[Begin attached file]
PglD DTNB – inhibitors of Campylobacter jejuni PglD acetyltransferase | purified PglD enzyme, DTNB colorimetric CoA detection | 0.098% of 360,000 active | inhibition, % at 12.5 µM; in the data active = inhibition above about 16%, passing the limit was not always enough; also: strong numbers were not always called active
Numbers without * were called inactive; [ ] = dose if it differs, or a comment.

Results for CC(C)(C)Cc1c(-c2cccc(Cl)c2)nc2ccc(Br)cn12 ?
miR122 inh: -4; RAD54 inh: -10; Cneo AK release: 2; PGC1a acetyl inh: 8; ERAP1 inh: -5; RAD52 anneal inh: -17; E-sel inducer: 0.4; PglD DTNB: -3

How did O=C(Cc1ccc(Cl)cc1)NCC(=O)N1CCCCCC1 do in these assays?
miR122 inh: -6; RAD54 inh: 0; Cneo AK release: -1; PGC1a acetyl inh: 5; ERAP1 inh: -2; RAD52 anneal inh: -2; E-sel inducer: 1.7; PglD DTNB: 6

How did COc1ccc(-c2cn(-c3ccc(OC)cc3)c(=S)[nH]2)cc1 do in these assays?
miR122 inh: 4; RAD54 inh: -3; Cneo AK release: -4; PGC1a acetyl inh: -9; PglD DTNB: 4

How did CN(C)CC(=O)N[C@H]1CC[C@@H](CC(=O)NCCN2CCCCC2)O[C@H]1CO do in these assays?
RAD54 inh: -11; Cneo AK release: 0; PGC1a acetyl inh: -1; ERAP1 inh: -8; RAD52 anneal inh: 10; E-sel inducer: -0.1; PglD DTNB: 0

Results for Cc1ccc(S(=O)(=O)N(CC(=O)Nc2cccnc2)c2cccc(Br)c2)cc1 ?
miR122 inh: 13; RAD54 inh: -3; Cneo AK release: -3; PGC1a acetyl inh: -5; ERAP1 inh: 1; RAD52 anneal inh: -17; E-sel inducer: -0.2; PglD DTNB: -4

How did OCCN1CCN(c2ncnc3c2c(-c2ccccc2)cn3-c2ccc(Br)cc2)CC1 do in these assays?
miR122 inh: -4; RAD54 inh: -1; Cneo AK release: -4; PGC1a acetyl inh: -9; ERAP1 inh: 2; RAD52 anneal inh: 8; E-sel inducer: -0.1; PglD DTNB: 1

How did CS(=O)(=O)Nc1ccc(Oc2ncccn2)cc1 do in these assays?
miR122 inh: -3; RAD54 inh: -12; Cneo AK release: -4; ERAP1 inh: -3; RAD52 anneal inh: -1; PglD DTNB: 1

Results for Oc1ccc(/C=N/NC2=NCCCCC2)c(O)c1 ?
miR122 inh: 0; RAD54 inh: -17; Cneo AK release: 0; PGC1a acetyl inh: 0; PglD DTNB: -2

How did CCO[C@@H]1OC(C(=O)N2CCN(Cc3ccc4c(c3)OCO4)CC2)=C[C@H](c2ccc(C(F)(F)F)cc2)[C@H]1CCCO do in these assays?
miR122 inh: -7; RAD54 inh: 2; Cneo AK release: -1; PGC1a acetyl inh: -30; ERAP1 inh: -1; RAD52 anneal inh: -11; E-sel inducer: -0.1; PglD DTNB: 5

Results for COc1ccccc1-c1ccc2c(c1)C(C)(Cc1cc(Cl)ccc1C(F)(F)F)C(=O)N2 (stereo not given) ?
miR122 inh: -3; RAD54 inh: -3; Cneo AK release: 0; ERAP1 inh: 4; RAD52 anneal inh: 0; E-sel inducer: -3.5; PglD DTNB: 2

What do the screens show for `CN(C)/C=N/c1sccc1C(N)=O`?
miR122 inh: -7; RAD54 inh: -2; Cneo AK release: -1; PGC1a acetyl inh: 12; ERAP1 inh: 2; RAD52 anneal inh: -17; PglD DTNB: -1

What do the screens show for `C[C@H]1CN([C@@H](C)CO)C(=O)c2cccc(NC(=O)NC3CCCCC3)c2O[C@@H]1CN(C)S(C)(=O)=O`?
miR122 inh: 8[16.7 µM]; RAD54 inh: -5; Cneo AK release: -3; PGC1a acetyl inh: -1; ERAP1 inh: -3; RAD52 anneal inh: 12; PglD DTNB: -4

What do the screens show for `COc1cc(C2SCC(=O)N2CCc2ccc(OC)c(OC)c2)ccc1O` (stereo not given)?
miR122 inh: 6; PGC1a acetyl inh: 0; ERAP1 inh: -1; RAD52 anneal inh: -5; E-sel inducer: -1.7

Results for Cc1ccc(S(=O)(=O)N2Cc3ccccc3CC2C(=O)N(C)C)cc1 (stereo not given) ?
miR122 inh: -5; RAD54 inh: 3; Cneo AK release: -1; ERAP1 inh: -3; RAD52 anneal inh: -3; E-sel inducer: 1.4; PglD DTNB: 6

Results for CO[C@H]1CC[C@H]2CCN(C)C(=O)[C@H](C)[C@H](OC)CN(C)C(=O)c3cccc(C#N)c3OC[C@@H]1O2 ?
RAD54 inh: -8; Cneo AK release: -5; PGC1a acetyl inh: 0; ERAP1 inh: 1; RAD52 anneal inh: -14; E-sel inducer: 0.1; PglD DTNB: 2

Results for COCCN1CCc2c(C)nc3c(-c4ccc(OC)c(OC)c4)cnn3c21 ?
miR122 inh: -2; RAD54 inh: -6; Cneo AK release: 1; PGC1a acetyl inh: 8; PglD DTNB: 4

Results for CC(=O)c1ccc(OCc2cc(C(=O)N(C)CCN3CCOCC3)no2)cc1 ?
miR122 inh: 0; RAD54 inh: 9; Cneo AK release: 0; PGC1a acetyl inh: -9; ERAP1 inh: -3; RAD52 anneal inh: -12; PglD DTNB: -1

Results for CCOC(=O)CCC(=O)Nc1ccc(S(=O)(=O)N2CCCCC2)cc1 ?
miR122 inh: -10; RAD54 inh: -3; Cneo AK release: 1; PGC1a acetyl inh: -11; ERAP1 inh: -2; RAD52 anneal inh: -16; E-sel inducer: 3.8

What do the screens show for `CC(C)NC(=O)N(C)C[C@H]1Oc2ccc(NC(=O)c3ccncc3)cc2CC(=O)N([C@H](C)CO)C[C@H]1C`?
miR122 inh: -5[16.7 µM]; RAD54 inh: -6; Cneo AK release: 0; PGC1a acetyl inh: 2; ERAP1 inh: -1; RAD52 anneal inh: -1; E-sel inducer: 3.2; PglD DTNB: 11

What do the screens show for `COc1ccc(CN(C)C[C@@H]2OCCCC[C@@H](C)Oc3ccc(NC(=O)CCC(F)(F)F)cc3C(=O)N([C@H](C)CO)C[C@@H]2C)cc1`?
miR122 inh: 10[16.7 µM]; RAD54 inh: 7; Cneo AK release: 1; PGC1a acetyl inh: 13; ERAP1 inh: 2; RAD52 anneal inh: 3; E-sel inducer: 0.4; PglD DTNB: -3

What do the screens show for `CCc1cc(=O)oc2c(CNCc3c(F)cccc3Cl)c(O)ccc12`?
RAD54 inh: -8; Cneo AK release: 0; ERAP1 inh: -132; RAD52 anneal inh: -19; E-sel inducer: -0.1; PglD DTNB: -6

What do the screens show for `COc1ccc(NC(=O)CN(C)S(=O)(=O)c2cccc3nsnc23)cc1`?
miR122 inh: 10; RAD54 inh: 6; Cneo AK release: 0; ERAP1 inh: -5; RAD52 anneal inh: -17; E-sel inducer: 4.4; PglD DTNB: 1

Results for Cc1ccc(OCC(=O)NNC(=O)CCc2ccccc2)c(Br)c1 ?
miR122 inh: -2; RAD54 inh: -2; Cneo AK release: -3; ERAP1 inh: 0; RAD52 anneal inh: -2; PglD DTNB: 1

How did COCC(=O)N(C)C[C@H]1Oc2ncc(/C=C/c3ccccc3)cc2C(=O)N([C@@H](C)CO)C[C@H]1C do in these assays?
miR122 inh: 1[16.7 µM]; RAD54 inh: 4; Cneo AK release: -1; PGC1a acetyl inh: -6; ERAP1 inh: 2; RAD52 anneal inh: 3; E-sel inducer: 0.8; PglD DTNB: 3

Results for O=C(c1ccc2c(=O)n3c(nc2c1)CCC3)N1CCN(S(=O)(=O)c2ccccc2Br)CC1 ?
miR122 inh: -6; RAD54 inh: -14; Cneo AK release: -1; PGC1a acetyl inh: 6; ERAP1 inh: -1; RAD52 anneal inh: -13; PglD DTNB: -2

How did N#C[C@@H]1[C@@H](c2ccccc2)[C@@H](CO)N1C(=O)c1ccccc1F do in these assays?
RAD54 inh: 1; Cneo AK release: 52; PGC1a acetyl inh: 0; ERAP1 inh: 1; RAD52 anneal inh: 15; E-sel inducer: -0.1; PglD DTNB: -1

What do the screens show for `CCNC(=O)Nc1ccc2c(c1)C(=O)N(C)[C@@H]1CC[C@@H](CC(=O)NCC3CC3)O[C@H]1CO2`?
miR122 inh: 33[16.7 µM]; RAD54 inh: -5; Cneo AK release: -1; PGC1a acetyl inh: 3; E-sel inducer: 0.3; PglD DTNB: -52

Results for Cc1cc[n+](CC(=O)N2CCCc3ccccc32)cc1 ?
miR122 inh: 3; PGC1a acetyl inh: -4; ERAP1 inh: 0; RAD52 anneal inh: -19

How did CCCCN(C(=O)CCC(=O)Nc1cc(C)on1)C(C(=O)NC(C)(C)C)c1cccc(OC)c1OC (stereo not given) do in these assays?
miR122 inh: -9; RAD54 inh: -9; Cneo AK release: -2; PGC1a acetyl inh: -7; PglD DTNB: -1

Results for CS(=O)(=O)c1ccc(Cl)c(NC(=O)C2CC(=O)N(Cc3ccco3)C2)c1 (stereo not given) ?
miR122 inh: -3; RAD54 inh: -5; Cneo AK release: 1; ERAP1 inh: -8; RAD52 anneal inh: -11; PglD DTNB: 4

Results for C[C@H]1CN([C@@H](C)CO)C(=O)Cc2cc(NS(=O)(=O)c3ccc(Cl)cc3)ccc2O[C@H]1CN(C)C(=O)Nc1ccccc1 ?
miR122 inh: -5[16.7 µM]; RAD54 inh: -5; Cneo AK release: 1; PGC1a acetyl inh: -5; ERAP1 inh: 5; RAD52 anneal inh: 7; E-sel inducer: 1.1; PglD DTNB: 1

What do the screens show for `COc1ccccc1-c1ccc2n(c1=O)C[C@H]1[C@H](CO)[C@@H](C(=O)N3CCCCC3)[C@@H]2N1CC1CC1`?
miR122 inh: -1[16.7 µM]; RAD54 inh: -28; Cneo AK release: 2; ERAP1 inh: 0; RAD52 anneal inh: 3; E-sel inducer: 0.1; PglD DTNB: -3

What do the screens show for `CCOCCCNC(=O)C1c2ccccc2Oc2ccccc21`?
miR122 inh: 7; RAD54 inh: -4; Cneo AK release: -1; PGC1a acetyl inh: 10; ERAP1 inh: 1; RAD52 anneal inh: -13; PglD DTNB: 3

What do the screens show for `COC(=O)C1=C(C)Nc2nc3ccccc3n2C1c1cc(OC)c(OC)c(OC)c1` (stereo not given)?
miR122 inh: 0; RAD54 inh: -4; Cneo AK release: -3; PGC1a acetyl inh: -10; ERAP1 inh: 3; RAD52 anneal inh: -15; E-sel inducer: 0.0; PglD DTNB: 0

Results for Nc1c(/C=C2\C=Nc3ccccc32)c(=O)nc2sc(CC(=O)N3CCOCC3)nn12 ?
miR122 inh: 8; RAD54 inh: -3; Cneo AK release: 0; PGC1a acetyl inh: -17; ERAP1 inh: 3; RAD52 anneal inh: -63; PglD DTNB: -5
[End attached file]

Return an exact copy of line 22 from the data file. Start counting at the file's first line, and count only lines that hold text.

miR122 inh: -3; RAD54 inh: -3; Cneo AK release: 0; ERAP1 inh: 4; RAD52 anneal inh: 0; E-sel inducer: -3.5; PglD DTNB: 2